The International Monetary Fund cut its global growth forecasts and now projects a second year of contraction in the euro region as progress in battling Europe’s debt crisis fails to produce an economic recovery.
The world economy will expand 3.5% this year, less than the 3.6% forecast in October, the Washington-based IMF said today in an update of its World Economic Outlook report. While the fund projects growth this year increasing from last year’s 3.2% pace, it expects the 17-country euro area to shrink 0.2% in 2013, instead of growing 0.2% as forecast in October.
“Is Europe on the mend? I think the answer is yes and no,” IMF Chief Economist Olivier Blanchard said in a video released with the report. “Something has to happen to start growth.”
For the global economy, “this is better, but it is not great,” Blanchard said at a press conference today. “In particular, the growth numbers are not enough to make a dent to the unemployment rate in advanced economies.”
The IMF foresees Spain leading the contraction in the euro area, while growth slows in Germany, the region’s largest economy.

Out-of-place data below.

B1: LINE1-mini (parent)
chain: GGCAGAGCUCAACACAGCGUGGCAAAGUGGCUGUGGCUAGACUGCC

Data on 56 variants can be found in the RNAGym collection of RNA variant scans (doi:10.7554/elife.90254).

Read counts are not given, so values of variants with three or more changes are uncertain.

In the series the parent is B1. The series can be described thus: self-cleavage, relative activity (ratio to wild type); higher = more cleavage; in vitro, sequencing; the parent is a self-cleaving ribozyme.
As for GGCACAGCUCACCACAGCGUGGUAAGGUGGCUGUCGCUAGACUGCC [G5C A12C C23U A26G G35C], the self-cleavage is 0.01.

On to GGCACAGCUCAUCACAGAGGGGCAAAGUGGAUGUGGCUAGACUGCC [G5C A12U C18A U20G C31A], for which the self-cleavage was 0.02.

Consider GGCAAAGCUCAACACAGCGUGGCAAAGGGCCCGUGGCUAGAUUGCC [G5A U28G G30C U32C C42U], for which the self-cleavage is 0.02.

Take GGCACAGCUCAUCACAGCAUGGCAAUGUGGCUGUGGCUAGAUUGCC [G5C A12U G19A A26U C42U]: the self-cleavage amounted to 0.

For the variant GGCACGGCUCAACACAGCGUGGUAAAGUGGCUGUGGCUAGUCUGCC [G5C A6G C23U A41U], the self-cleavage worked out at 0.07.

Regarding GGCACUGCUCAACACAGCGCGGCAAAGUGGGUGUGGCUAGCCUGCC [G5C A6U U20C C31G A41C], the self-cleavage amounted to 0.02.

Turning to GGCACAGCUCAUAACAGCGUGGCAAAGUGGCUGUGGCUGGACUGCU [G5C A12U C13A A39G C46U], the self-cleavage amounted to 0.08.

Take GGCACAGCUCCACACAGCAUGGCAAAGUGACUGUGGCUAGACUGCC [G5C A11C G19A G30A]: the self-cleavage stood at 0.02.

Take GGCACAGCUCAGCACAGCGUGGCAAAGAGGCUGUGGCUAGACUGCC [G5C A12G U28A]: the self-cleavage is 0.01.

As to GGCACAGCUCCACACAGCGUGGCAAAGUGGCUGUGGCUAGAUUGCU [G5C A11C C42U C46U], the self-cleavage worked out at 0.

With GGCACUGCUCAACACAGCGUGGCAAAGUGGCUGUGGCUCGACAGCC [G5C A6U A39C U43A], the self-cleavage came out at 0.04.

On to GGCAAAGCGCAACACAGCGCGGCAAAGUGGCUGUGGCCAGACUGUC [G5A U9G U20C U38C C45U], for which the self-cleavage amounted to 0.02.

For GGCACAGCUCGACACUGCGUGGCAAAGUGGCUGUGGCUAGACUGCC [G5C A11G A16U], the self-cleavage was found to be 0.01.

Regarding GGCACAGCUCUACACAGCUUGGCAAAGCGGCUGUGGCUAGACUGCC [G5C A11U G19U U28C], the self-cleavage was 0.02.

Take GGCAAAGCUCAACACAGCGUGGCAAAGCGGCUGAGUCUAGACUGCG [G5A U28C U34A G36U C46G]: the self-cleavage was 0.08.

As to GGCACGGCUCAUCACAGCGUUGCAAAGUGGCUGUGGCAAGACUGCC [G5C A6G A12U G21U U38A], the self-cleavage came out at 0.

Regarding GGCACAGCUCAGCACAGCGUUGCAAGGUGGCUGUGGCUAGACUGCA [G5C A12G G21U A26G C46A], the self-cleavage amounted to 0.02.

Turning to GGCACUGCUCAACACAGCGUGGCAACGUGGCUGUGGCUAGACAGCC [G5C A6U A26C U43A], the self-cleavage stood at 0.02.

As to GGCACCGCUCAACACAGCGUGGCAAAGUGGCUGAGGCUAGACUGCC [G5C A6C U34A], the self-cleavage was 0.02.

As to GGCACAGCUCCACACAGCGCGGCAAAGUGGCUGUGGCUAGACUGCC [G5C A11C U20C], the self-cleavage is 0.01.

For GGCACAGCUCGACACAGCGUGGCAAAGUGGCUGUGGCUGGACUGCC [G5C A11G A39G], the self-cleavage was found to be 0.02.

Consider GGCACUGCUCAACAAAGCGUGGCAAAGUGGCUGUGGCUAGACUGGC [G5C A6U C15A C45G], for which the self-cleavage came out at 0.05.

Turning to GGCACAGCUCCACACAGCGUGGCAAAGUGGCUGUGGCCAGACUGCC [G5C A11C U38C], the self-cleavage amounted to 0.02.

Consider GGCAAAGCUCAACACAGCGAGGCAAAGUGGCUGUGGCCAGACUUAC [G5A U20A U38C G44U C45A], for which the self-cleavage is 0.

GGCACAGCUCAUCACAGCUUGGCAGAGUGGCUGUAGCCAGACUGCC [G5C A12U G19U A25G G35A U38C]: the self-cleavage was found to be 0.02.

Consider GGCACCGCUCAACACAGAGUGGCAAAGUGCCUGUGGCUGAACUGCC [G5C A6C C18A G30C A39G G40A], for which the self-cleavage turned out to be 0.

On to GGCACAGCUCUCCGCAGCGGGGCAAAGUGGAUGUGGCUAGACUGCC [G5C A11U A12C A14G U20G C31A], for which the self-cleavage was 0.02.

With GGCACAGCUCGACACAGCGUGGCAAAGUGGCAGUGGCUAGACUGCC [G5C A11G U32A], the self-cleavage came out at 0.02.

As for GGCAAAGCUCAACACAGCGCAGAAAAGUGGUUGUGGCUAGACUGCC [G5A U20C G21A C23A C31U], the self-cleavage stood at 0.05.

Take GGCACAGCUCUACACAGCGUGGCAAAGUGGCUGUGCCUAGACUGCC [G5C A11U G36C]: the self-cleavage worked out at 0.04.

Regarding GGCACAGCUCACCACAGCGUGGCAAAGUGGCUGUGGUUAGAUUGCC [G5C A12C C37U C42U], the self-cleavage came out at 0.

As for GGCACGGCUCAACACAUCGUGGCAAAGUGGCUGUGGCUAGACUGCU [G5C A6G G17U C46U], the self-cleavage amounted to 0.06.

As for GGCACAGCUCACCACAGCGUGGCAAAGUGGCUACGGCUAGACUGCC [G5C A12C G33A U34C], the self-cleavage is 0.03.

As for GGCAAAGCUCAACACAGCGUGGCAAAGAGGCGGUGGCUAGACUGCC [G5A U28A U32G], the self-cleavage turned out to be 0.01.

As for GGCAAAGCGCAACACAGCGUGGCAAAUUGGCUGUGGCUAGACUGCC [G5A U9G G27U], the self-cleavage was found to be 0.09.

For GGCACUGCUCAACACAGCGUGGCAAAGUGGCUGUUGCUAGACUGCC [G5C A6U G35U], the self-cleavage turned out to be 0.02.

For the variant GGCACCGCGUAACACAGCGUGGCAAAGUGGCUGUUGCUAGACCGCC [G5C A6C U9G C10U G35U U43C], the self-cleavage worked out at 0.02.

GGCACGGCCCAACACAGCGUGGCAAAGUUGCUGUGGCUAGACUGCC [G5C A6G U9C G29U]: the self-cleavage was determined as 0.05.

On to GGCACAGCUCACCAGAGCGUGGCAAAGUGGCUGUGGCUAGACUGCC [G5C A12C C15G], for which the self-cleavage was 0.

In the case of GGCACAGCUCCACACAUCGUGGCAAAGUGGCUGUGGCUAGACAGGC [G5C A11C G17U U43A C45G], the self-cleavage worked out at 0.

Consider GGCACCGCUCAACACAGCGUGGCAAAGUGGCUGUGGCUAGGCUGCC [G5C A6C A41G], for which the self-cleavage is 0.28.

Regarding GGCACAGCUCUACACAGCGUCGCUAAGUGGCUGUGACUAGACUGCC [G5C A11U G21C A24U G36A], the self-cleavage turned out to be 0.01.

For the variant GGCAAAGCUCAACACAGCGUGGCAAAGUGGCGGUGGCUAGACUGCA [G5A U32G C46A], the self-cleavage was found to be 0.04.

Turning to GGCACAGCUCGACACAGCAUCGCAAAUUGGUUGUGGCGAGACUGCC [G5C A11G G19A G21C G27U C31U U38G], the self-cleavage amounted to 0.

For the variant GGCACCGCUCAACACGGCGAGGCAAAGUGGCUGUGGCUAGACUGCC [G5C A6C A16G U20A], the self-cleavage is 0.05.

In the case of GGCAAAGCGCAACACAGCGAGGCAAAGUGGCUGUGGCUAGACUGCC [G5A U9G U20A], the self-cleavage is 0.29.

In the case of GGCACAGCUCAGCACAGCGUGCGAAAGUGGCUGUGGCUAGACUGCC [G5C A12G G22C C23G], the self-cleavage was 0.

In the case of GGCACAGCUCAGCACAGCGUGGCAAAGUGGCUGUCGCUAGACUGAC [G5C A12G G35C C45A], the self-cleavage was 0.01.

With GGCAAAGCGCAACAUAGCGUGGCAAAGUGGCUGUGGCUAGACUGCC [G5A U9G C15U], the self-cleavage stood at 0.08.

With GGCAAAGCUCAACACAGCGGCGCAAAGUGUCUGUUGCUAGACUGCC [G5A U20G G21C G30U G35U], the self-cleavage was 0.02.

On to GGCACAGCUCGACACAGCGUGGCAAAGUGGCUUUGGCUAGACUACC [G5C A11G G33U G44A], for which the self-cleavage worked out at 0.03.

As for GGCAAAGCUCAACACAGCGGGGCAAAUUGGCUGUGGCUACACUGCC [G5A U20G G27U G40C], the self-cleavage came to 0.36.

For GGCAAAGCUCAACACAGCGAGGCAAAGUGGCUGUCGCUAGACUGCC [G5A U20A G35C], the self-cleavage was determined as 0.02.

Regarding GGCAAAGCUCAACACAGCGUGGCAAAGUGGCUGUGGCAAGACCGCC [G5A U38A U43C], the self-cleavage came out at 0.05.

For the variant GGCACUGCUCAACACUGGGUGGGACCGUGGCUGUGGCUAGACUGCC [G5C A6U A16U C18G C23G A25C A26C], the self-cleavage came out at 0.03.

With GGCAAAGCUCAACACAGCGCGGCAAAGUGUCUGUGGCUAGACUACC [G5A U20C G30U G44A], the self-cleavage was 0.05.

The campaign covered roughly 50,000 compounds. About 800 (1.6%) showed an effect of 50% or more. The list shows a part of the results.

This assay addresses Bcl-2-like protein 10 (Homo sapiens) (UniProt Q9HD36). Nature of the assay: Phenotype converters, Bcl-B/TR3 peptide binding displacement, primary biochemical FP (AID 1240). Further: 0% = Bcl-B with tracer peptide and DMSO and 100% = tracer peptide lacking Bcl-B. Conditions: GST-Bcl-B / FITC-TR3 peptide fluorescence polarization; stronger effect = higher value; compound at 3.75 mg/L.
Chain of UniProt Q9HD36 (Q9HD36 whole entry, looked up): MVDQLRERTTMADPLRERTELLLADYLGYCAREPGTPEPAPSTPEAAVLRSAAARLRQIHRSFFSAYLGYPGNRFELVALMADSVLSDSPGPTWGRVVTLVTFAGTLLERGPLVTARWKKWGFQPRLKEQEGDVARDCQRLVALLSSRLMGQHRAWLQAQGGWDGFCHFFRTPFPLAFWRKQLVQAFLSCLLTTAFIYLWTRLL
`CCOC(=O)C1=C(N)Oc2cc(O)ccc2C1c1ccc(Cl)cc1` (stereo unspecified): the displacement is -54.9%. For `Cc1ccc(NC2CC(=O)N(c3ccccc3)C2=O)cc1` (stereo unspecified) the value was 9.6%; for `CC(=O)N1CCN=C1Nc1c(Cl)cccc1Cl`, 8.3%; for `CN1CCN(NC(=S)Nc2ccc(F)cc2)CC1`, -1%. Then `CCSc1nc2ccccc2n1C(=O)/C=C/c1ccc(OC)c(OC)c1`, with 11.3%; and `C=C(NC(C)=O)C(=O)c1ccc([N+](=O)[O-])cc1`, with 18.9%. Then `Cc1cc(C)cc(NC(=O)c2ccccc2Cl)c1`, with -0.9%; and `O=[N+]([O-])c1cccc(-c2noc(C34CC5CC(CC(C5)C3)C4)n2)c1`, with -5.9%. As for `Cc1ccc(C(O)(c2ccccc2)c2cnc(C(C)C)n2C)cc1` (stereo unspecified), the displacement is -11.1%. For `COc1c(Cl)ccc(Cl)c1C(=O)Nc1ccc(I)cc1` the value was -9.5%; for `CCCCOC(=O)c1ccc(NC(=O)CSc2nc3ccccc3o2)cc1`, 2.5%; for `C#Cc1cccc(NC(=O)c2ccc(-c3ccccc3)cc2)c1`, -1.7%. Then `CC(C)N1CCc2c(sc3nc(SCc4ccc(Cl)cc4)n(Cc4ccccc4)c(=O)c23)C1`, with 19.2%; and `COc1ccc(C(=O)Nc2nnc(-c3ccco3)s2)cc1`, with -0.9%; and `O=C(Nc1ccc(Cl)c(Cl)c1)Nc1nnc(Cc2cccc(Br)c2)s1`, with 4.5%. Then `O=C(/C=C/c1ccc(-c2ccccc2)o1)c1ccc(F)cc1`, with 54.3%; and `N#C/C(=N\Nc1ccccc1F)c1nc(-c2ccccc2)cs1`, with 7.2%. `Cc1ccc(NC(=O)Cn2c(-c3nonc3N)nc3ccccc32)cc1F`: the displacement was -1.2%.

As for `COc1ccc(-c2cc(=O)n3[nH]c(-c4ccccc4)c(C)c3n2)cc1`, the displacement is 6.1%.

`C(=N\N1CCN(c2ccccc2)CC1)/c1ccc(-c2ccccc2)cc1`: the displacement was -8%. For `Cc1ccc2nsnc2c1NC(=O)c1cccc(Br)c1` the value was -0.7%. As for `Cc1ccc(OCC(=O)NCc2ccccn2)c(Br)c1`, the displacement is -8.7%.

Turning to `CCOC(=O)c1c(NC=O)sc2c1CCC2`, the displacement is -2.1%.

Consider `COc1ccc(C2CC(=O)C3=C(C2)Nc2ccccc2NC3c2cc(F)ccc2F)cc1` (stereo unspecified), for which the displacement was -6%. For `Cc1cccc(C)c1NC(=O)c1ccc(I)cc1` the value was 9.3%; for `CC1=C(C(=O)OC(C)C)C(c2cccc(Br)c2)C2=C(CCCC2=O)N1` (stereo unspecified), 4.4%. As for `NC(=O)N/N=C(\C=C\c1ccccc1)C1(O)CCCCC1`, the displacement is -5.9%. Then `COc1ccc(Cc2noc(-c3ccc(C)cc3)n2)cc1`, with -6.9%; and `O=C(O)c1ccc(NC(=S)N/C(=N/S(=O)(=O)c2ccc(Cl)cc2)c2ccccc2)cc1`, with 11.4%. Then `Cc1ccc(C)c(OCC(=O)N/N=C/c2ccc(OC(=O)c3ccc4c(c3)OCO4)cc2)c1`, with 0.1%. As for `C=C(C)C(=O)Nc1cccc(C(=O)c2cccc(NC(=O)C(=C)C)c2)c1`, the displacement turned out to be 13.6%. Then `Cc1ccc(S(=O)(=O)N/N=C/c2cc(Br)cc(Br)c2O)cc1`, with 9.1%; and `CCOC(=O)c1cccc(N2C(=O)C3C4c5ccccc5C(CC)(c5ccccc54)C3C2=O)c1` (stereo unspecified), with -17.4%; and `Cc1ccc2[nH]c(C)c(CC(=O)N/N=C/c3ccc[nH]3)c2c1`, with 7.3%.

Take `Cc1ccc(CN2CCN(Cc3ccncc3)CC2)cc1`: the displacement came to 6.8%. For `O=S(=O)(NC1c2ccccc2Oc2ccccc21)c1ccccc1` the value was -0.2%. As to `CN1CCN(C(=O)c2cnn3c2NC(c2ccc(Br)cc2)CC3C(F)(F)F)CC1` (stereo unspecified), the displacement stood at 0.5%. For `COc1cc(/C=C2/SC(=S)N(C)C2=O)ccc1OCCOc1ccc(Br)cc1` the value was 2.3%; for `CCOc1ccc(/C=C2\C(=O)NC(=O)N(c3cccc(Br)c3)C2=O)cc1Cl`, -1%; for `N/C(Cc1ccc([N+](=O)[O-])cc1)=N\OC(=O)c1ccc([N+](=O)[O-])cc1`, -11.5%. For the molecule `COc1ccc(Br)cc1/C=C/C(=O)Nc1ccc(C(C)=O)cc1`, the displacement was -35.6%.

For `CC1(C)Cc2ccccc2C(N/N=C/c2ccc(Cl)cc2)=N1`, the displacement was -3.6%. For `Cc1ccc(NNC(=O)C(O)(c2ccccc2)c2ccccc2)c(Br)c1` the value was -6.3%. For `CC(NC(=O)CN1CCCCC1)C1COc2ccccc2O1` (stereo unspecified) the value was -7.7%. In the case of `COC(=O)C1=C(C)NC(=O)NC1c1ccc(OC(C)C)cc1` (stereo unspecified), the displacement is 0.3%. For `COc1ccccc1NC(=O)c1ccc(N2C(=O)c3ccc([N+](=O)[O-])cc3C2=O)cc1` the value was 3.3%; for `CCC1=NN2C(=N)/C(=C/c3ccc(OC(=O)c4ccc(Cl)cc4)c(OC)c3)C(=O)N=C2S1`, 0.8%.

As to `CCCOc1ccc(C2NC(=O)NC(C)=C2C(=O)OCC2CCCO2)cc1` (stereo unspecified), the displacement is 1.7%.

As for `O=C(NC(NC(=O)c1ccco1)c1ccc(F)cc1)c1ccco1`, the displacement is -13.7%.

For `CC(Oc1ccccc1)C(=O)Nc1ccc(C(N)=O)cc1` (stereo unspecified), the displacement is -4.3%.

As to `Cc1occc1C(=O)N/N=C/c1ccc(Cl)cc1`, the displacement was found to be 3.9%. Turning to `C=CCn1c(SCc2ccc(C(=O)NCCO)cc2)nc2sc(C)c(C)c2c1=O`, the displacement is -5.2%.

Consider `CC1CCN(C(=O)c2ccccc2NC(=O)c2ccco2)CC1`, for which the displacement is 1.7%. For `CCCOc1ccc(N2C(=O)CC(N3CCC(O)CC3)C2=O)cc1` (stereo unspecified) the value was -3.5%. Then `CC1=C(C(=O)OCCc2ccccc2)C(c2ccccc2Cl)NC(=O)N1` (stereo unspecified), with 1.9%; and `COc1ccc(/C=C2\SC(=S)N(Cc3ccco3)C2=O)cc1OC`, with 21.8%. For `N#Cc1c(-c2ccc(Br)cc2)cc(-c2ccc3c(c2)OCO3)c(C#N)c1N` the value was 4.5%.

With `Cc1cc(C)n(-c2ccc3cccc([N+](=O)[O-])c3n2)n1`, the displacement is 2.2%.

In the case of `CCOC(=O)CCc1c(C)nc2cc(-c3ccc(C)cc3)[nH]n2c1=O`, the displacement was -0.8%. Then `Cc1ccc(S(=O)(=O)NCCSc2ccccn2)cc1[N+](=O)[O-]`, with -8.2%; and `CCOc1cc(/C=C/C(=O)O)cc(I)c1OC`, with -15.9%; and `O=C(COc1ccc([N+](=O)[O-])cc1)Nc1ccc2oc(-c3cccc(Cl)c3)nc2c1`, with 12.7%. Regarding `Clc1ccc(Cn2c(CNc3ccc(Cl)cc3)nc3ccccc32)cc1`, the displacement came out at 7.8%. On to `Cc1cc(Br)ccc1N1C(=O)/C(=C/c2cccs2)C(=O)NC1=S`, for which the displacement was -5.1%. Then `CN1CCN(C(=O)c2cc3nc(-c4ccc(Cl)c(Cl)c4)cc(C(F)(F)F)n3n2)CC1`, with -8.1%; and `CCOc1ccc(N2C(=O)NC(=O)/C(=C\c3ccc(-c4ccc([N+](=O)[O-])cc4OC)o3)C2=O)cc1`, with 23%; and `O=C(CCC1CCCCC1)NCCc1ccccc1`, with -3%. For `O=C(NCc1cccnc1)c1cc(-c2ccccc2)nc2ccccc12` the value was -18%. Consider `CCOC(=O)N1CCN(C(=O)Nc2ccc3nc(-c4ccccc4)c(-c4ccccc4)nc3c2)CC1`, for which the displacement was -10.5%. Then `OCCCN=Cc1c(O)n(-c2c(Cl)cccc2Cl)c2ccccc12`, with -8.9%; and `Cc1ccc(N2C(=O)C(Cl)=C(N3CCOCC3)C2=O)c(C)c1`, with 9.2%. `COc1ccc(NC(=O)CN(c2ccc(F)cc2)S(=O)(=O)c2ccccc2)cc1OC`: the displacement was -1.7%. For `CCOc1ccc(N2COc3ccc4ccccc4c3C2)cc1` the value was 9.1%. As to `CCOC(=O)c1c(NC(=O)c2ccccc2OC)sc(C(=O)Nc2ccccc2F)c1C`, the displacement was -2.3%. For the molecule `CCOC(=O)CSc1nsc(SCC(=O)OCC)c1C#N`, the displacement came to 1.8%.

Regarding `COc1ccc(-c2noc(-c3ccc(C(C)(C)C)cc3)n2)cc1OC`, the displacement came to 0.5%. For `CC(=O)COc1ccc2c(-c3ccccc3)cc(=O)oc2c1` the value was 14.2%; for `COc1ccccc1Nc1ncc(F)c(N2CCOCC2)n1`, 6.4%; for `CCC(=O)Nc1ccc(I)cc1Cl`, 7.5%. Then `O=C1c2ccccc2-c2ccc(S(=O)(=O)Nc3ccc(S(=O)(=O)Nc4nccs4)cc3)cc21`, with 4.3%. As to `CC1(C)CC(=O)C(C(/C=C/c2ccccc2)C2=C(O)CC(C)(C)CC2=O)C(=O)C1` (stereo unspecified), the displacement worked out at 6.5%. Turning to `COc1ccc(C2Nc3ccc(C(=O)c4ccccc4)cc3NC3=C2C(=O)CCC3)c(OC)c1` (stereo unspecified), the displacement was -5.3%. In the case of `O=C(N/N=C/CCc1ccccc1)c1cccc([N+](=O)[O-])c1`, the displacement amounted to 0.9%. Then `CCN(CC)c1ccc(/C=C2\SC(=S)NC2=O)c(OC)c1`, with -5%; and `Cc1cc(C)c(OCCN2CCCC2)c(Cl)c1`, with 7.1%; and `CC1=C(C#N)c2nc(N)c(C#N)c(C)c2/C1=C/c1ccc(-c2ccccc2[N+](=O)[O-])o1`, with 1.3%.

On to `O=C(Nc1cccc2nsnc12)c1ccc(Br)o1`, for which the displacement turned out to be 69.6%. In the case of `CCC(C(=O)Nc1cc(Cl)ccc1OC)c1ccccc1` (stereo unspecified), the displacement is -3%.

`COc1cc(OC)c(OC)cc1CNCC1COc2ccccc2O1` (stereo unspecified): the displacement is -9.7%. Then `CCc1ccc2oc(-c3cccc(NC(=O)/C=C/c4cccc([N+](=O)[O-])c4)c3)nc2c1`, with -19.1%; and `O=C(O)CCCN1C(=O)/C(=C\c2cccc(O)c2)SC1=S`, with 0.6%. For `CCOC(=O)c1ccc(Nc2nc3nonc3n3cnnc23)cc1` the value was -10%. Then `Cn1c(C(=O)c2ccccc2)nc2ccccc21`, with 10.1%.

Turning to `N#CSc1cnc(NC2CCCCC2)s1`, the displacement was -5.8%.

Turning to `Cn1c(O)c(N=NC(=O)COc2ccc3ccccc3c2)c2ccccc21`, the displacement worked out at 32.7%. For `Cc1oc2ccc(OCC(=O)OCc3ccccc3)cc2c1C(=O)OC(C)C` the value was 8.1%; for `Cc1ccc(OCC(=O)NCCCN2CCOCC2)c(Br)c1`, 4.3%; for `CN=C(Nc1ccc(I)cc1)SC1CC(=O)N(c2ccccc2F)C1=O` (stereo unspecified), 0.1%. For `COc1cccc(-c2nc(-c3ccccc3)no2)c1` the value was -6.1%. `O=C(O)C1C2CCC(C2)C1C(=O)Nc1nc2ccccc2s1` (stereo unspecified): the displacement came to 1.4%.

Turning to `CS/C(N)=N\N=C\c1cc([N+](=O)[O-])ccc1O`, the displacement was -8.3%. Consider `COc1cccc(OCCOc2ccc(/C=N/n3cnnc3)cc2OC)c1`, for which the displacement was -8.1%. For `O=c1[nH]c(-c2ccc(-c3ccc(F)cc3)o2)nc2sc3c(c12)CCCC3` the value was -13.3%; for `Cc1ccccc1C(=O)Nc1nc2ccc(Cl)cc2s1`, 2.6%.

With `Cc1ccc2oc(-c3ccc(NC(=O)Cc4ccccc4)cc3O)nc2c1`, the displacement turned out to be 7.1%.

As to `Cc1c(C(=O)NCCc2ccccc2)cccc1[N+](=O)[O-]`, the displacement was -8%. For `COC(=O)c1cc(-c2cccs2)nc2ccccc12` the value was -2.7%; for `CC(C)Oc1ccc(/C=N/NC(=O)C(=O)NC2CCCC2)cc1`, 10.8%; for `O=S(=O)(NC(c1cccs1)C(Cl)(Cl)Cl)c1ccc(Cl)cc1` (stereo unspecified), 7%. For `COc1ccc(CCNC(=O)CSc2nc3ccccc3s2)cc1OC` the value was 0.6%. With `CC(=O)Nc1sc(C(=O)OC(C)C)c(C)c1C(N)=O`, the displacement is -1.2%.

The MSCI All-Country World Index fell 0.2% to 1,391.21 at 11:00 in New York. It’s climbed 15% in the last six months. The euro fell 0.3%, trading at $1.3289.
“It’s clear that financial markets are ahead of the real economy. The question is whether they are too much ahead or not,” Blanchard said. “What we know is that it always takes some time for financial markets’ optimism to feed to the real economy and at this stage there are still obstacles to it.”
While measures to stem the debt turmoil last year helped boost financial markets around the world and decrease sovereign bond yields from Spain to Greece, European officials now still face a recession and unemployment at a record 11.8% in the euro area. The IMF warned that the region still poses a “large” risk to the rest of the world if efforts under way to strengthen its economies and work on a banking union slip.